Words by Brian O’Neill | Photos by Matthew Shaver
If there was a heartland in New Jersey – and in spite of its reputation it’s easy to argue that is absolutely the case – Patrick Stickles of Titus Andronicus taps into it the same way that The Feelies and even Bruce Springsteen did. All three bands share a penchant for earnest, personal lyrics with straight-forward organic rock and roll as the vehicle to express them.
Titus Andronicus would be blue collar if Stickles had a collar. Since he only wore a plain white tee, we’ll call them no frills instead. The band embraces the punk moniker and spirit more than the stereotypical snarl; you can tell they all wore out their Social Distortion wax years ago with their interpretation of punk as folk music, only louder.
Set closer “Fear and Loathing in Mahwah, NJ” perfectly encapsulated the 45-minute set. As the band ripped behind him, Stickles cynically spit out how God couldn’t possibly be here where nothing seems worthy of His grace before slipping into a shredding guitar solo exploding with so much passionate fury that it might have been the best counter-argument to his thesis.
Bob Mould has been mining the same fertile songwriting soil for decades now. His confidence in his craft is obvious with how he takes the stage devoid of pomp or showmanship. He plugs in, makes sure his pedals work, and leaps into “Hoover Dam,” one of the best songs the ‘90s produced from Copper Blue, one of the best albums of the grunge era. That he would kick off the set with two Sugar songs when he followed it up with “Your Favorite Thing,” and later tack on “If I Can’t Change Your Mind” from the same era, shows how comfortable he is in his own skin these days.
That wasn’t always the case. He seemed to go through phases in that respect – his first album after Hüsker Dü broke up, 1988’s Workbook, had a lighter tone that distanced him from the buzzsaw guitar he was known for before returning to form in the ‘90s with Black Sheets of Rain and Sugar. Then he experimented with programmed drums on a few more solo albums before breaking from music entirely for a short stint. When he returned, it was with the electronica-infused solo album Modulate and a collaborative effort with dance music artist Richard Morel as Blowoff.
He performed only two tracks from these wilderness releases, and they were both off Workbook: the melancholy “See A Little Light” and more expansive “Sinners and their Repentances.” They seemed heavier than when first released three decades ago, befitting his rhythm section of Jason Narducy and
The trio has been together since 2012’s Silver Age which marks a long period of consistency for Mould. Aside from a stable line-up which gives the appearance of a band rather than a solo project, the four albums released in this time – inclusive of Sunshine Rock that came out a week before the Philly show – all show deference to the bristling punk-inspired indie rock that has garnered Mould his biggest acclaim while retaining the songwriting chops that was the one constant no matter how dressed up or down he was at any given time.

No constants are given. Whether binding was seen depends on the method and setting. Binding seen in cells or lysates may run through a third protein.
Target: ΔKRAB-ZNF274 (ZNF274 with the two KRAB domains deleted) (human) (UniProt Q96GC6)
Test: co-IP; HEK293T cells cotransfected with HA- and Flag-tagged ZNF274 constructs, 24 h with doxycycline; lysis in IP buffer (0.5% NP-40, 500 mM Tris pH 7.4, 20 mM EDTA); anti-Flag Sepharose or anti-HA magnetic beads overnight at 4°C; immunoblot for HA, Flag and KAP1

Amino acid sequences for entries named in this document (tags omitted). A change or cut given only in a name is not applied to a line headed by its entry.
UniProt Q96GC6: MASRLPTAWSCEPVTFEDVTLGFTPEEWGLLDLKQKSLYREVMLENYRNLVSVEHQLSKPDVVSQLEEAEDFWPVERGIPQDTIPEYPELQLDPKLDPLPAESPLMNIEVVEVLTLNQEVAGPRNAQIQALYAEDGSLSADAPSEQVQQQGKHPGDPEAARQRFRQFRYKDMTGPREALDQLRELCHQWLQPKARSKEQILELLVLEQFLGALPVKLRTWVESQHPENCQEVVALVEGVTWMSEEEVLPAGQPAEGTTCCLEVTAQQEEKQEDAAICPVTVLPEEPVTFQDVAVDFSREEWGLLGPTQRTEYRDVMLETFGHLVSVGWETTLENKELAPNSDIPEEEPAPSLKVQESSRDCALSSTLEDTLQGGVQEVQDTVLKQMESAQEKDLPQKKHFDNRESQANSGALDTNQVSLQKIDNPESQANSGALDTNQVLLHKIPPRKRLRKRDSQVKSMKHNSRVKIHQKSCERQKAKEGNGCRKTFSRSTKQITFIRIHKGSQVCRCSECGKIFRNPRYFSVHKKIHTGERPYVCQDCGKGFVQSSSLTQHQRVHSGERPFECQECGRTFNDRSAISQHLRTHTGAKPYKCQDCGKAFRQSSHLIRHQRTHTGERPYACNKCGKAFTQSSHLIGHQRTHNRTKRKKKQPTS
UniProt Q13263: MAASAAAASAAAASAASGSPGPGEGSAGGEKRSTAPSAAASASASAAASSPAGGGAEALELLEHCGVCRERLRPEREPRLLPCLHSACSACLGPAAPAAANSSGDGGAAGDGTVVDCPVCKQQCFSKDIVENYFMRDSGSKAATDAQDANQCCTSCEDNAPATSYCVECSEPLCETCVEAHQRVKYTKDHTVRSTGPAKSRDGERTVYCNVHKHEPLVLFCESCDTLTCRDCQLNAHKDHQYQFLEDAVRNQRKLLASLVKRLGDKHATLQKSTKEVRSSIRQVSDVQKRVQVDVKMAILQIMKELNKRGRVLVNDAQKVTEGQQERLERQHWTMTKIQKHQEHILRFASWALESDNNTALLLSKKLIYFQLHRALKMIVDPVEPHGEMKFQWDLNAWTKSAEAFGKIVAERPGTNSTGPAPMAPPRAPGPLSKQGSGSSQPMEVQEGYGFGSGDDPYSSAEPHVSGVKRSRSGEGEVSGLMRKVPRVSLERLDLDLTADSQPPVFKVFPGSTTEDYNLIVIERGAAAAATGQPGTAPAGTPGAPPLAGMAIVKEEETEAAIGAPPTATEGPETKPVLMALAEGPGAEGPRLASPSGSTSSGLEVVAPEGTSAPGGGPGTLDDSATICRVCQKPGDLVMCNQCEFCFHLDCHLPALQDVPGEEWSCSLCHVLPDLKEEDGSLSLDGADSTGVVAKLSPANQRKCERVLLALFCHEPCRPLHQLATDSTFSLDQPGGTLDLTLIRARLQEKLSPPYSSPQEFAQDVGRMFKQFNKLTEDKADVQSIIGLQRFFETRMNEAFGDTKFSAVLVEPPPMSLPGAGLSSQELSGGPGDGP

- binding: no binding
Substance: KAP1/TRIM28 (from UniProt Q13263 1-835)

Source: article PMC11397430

Unsurprisingly, the bulk of the set was culled from the past several years. “The Descent,” which heralded his return to unabashed bash, was the lone Silver Age representation; it also fits in perfectly as a harbinger of loud guitar to come alongside the darker “Losing Time” off Patch the Sky and eight tracks from the new album. Standouts among them included “I Fought,” a defiant, anthemic riposte that embodied all of the passion and fury that drives Mould’s most compelling work (and whose opening riff prompted him to pounce across the stage like he was half his 59 years of age) which was followed by “Lost Faith,” a more down-tuned, introspective track led by Narducy’s expansive bassline and Wurster’s offbeat shuffle.
Those two tracks performed right after each other showcased that Sunshine Rock might be the strongest album of his most recent quartet and possibly his best solo outing since Black Sheets of Rain which was unrepresented in the setlist.
The close of the Washington DC show that kicked off the tour the preceding evening featured three songs from his time in Hüsker Dü including “Never Talking to You Again” which must have been a poignant remembrance of his fallen bandmate Grant Hart who penned the track. The packed Union Transfer crowd had to settle for “Something I Learned Today” and “Chartered Trips” off Zen Arcade as well as the surprising inclusion of “In A Free Land.” This was the band’s second single from 1982, and according to Mould, hadn’t been played live for three years. The one track from Mould’s primordial past still fit in alongside the rest of the set with his shimmering guitar and political lyrics – “Everybody’s an authority in a free land” – that are still apropos today, maybe even more so.
Instead of classic Dü, Philly’s encore was the very first performance of “What Do You Want Me To Do” off Sunshine Rock and the finale “Black Confetti” from Patch The Sky.
What sets Bob Mould apart in his four decades of making music is his ability to make loud, guitar-driven music accessible. Although he doubtlessly was inspired by the Ramones and Buzzcocks and pushed by his Minneapolis peers, his is an inborn talent. Even when he was fighting these natural tendencies, he was still interesting; when playing 22 songs over 90 minutes that unapologetically embrace them, it’s clear that nobody does it better.